Moving to Costa Rica: Packing tips on what you should bring
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Our family moved to Dominical, Costa Rica six months ago and one of the hardest parts of the move was knowing what to bring and to try to not overpack. Do we really need all of these shoes? How many bottles of bug spray should we bring? Can we find decent pots and pans in Costa Rica?
While we had visited Costa Rica multiple times in the past, we had never been there for longer than two weeks. I was full of anxiety and nerves on what to pack but thanks to advice from fellow bloggers we were able to fit all of our necessities into 8 pieces of luggage. When you move to a new country its difficult to know exactly what you will need, but we feel we brought just the right amount of items from home to Costa Rica.
Are you moving to Costa Rica?
Check out my packing tips on what you should bring with you on your move!
Warm weather clothing
Costa Rica has a tropical climate so packing lightweight clothing is key. If you live in the rainforest like we do, know that the rainy season can get chilly so make sure you bring a lightweight rain jacket. Here are some essential clothing you will need:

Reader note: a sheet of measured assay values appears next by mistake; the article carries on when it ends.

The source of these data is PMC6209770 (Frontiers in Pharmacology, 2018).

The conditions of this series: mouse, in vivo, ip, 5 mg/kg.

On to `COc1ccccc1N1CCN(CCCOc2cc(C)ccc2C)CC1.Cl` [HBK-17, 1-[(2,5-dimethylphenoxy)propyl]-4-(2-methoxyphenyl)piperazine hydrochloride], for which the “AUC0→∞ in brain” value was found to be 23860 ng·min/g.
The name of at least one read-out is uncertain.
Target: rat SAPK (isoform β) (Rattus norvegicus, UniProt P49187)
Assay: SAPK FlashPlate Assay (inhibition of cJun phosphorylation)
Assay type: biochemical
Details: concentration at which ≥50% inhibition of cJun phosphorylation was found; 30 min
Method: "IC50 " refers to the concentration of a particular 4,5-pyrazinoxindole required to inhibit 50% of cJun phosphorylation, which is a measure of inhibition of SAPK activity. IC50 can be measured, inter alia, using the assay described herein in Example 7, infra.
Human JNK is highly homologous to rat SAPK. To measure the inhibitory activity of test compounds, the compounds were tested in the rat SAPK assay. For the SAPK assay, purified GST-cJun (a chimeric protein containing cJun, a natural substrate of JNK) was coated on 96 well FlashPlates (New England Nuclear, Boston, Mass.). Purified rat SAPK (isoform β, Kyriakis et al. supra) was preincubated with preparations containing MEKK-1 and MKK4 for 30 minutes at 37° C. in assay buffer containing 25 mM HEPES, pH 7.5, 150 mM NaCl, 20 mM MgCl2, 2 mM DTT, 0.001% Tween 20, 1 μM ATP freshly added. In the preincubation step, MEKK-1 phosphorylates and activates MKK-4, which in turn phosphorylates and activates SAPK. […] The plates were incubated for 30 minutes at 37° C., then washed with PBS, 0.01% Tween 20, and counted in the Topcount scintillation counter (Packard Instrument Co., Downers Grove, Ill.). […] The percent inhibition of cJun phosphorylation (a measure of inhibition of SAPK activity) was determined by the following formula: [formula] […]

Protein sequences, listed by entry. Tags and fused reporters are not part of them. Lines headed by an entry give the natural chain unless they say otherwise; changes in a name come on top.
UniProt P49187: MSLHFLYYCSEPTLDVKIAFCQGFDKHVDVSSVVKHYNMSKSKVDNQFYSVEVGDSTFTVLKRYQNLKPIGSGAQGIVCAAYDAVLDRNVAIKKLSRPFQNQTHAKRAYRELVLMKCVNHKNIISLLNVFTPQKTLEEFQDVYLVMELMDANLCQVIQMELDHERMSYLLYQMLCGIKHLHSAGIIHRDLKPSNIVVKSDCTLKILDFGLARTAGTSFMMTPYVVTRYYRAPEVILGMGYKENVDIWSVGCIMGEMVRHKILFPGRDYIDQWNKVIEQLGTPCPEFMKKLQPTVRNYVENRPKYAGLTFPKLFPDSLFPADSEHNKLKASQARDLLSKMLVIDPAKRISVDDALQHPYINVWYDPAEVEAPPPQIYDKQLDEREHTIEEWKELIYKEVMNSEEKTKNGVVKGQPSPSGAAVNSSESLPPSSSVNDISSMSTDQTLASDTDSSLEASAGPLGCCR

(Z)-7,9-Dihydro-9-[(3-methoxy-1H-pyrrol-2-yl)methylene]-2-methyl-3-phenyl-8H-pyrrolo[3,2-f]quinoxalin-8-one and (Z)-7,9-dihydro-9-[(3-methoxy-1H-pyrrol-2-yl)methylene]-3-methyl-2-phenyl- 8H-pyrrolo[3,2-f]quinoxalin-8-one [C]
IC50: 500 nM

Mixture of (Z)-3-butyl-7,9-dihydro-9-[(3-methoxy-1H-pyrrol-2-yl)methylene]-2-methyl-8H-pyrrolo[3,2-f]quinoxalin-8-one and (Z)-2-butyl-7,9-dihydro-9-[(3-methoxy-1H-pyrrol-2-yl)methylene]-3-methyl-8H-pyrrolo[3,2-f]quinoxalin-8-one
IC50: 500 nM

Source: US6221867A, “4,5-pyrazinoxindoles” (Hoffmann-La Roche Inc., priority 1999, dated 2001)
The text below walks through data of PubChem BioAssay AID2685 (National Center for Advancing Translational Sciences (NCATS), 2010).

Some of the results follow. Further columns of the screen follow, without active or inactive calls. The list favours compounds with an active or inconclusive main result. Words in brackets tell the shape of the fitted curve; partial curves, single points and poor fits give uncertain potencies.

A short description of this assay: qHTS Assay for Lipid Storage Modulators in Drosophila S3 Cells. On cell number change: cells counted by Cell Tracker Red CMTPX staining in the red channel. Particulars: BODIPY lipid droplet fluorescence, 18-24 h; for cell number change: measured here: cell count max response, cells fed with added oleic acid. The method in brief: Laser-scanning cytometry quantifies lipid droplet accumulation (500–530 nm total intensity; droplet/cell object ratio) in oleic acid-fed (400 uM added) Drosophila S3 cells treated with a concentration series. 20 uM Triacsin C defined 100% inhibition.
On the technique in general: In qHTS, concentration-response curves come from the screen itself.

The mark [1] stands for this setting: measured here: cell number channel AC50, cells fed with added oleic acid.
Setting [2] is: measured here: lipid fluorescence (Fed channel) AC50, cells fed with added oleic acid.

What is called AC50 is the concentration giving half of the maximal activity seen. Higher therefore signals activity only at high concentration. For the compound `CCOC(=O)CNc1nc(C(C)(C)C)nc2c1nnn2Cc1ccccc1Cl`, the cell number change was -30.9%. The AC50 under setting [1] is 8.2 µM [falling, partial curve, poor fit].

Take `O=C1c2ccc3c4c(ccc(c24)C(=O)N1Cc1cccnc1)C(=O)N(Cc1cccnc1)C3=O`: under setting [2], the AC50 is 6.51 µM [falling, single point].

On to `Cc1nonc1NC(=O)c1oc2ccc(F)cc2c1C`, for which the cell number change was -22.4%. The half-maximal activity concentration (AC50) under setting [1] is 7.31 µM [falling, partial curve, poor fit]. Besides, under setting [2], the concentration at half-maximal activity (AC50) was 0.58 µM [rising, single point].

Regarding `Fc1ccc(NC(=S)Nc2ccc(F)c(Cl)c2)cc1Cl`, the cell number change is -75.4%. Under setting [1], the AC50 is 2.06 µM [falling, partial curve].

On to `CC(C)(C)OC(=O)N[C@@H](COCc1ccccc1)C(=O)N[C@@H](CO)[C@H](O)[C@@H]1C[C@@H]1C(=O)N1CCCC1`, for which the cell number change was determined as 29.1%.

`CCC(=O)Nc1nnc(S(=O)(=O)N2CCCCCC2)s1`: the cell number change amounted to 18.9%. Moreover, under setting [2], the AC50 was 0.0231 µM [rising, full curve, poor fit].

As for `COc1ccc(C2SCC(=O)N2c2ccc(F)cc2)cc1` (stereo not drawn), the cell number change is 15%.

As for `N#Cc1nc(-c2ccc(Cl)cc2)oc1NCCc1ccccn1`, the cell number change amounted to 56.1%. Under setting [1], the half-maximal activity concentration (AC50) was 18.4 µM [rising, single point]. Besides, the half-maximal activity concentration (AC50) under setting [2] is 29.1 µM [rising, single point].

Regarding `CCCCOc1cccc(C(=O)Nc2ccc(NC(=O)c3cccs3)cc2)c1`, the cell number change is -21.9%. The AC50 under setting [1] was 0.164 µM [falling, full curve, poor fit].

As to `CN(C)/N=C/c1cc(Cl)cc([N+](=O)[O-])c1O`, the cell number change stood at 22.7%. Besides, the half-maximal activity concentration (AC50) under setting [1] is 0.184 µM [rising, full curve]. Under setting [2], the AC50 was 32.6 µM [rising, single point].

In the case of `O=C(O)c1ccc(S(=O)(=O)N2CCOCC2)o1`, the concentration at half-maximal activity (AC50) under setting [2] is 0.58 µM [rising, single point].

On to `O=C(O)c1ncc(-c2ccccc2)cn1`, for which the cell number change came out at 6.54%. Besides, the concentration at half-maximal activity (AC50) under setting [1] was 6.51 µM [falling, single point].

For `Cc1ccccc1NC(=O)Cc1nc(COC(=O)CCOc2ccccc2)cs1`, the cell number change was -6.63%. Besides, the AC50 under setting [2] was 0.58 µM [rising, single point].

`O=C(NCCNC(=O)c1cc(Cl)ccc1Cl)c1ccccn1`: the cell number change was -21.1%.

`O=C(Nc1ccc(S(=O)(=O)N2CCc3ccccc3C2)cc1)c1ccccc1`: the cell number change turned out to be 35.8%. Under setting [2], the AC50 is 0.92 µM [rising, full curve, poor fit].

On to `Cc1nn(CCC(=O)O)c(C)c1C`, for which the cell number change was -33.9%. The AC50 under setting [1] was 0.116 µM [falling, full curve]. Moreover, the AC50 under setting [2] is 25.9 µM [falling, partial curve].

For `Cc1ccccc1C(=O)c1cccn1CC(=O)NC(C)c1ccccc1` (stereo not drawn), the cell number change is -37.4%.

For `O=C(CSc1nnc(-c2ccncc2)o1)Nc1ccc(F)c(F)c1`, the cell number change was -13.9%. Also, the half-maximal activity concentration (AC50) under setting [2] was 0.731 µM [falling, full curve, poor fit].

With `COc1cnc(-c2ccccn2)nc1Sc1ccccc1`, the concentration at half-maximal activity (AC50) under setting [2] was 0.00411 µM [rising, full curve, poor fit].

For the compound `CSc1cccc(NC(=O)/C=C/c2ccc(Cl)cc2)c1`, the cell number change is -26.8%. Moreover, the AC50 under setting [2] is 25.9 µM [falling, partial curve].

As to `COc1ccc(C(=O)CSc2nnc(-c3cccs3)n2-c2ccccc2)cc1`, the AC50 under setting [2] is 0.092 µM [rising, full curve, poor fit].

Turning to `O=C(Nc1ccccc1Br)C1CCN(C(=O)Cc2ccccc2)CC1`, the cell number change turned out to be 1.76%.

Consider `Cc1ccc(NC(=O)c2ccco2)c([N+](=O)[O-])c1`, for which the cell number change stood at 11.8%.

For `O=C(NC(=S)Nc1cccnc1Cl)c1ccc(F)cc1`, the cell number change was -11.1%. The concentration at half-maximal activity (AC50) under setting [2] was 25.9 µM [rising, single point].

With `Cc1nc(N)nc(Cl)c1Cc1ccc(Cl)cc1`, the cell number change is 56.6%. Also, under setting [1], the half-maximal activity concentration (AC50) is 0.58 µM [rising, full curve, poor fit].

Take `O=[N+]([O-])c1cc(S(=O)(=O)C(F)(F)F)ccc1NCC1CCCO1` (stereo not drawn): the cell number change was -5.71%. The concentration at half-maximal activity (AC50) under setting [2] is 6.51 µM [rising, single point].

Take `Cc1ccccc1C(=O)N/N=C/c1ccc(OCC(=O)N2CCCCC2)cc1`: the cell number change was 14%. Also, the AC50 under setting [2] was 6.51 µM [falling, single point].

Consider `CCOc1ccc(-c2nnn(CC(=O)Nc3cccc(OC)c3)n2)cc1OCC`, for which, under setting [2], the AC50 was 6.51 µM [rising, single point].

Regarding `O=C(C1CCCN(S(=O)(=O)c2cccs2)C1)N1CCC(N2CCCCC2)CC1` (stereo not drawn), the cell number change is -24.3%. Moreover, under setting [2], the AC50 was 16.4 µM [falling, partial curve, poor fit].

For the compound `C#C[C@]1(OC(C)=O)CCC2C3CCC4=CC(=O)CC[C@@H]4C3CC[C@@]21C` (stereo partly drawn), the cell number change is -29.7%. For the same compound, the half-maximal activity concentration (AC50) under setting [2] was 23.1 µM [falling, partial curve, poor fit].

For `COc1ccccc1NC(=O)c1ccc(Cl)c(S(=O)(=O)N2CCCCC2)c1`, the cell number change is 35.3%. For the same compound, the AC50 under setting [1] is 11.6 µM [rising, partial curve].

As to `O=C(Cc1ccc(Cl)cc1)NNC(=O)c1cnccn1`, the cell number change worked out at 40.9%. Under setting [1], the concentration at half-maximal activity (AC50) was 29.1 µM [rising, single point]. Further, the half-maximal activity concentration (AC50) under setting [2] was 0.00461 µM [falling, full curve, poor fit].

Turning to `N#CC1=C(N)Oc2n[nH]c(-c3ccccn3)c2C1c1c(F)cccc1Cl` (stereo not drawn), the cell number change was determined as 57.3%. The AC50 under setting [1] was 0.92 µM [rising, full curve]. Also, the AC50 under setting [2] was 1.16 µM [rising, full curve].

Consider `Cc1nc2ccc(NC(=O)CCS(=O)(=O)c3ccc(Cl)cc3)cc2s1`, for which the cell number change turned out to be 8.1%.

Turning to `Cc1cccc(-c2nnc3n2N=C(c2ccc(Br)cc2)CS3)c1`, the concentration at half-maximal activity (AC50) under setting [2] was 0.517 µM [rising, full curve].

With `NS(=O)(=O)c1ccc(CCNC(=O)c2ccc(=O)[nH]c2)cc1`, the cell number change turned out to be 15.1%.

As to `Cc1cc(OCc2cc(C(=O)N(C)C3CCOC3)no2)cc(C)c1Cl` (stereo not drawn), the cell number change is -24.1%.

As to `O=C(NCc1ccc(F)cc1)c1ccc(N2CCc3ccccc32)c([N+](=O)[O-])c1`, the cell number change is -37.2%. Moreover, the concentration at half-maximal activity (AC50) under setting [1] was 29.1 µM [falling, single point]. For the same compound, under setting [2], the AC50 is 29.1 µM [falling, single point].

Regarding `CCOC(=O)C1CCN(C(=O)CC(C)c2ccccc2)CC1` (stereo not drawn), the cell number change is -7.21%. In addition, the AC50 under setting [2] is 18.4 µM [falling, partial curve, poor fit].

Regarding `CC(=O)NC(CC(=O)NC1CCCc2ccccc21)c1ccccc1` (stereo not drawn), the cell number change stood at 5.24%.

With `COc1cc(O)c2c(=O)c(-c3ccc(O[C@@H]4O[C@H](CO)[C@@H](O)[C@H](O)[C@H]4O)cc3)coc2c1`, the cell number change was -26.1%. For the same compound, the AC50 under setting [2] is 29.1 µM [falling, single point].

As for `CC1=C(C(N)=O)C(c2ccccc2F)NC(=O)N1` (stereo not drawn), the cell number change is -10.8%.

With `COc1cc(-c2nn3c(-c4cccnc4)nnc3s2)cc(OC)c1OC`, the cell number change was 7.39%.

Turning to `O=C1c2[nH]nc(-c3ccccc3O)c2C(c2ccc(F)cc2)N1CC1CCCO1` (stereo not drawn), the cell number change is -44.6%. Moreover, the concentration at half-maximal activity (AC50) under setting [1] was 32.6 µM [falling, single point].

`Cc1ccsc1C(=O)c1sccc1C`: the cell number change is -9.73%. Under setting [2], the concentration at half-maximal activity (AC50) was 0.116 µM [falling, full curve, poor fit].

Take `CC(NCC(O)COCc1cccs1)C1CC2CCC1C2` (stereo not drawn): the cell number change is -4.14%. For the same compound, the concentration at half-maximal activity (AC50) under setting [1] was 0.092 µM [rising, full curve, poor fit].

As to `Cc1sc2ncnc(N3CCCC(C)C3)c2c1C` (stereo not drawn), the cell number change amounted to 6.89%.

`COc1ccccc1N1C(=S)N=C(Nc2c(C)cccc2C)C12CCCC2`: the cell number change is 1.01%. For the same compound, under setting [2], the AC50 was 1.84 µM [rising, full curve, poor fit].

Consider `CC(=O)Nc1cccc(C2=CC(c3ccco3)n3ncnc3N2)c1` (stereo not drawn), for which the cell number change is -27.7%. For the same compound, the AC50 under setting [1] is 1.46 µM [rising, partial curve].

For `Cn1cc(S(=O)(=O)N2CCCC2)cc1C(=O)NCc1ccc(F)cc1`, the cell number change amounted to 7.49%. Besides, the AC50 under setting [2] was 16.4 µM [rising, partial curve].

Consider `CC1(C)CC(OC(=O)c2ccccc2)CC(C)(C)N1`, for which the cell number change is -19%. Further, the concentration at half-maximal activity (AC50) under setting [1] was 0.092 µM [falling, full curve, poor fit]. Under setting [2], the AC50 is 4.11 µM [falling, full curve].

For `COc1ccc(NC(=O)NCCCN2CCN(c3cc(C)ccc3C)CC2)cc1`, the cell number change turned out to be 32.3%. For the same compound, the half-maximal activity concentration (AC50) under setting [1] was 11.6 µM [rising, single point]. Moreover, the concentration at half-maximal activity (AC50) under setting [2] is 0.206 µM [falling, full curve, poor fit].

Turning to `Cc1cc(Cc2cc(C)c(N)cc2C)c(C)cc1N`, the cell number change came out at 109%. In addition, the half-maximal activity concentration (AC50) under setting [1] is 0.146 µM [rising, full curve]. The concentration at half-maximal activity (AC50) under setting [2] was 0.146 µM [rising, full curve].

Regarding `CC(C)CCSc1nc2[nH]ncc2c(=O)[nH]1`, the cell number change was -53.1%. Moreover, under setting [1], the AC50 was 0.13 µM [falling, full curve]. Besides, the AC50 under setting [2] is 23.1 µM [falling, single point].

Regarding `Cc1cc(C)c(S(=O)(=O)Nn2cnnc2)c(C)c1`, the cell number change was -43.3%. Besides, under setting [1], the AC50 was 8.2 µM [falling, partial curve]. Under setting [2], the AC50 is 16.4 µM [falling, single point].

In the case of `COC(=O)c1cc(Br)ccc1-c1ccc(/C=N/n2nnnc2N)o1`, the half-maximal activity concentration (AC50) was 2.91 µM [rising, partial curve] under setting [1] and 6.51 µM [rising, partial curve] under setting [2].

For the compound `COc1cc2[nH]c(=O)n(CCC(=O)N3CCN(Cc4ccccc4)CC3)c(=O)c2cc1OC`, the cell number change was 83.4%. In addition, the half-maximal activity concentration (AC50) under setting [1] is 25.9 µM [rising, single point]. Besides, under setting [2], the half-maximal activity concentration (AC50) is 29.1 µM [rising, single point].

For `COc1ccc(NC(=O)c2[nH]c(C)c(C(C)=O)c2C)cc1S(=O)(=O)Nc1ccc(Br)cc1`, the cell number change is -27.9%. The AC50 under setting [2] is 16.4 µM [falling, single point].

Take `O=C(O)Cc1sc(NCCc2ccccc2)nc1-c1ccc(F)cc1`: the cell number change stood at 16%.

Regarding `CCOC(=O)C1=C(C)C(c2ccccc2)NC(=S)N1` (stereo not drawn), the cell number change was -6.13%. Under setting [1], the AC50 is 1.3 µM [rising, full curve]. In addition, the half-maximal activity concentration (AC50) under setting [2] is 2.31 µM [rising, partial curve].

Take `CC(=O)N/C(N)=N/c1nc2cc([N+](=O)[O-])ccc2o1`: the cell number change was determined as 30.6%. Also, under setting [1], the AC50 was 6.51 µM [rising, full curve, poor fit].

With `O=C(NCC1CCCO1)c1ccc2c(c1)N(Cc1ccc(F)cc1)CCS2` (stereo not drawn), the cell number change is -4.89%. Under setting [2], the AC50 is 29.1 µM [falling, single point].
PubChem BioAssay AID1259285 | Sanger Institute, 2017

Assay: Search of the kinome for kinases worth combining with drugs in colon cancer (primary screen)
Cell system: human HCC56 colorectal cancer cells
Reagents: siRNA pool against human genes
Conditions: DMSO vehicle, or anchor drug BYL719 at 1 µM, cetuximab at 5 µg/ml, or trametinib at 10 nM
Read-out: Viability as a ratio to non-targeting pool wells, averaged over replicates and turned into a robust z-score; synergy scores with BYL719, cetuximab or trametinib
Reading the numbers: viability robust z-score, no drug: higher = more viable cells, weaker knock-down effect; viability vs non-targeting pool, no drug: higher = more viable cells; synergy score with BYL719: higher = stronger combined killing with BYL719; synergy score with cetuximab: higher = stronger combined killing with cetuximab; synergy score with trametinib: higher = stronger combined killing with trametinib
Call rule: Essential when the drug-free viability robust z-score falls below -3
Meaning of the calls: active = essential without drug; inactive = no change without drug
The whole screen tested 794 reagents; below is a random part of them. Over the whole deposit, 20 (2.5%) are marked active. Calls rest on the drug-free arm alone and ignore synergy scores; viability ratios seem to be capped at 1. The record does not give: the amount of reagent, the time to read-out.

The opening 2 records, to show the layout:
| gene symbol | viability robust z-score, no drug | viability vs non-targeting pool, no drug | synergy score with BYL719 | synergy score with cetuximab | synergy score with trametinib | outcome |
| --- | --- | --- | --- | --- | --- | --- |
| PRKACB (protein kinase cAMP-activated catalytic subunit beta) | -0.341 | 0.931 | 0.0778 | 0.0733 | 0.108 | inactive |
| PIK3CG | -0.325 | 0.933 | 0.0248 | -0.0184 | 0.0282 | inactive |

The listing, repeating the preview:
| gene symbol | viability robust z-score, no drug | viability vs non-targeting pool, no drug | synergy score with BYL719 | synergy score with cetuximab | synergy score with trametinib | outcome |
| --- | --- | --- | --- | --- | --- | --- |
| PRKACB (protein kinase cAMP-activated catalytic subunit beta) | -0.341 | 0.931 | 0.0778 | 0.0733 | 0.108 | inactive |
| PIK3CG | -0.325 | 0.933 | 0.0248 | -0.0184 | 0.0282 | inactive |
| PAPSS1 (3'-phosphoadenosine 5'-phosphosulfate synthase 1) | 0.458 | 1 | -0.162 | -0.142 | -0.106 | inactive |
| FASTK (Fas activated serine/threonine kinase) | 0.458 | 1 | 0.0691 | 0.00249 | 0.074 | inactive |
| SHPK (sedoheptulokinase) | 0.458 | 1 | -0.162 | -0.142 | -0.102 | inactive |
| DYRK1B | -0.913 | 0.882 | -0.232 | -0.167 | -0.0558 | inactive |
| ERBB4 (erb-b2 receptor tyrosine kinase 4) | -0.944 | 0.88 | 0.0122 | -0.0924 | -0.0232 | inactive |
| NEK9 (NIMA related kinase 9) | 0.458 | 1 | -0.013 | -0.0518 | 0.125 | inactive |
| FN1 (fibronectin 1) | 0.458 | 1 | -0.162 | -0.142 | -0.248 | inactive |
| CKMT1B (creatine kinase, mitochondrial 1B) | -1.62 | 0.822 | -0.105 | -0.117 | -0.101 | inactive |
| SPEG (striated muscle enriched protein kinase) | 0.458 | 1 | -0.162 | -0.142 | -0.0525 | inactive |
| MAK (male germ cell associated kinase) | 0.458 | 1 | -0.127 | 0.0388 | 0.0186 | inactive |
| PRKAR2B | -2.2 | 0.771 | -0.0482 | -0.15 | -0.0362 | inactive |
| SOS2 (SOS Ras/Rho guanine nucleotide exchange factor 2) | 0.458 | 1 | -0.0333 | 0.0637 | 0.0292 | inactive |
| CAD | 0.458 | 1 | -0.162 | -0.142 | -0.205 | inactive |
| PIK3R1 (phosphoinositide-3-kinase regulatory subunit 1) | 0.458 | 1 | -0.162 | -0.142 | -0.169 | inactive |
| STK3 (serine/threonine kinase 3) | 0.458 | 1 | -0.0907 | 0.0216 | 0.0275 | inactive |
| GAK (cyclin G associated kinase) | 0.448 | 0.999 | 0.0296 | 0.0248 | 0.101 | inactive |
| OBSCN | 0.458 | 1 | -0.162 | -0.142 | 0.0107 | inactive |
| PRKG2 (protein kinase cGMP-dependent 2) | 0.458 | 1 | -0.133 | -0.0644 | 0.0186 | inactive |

Swim suits (3-4) and coverups
Several pair of shorts (denim and workout)
Dry fit shirts and towels
While most days I'm wearing work out or beach attire, I did bring a couple dresses and jeans for when traveling to San Jose or for going out to a celebratory dinner. I've only worn them a handful of times but I am glad I didn't bring any more than just a few. You really won't wear anything fancy for most of your time in Costa Rica.
Decent hiking shoes
Whether you are going to be zip lining, hiking to a waterfall or even bird watching in Costa Rica, make sure you bring lightweight hiking boots. The terrain in the mountains and rain forests are not the place to bring sandals or even tennis shoes. During most hikes, you may pass through creeks or it could rain so you need to make sure they are waterproof so they will dry quickly.
Our family likes to buy our shoes from Merrell, an outdoor shoe brand for men and women. Their boots/shoes are ideal for the rainforest and hold together very well.
Your favorite toiletries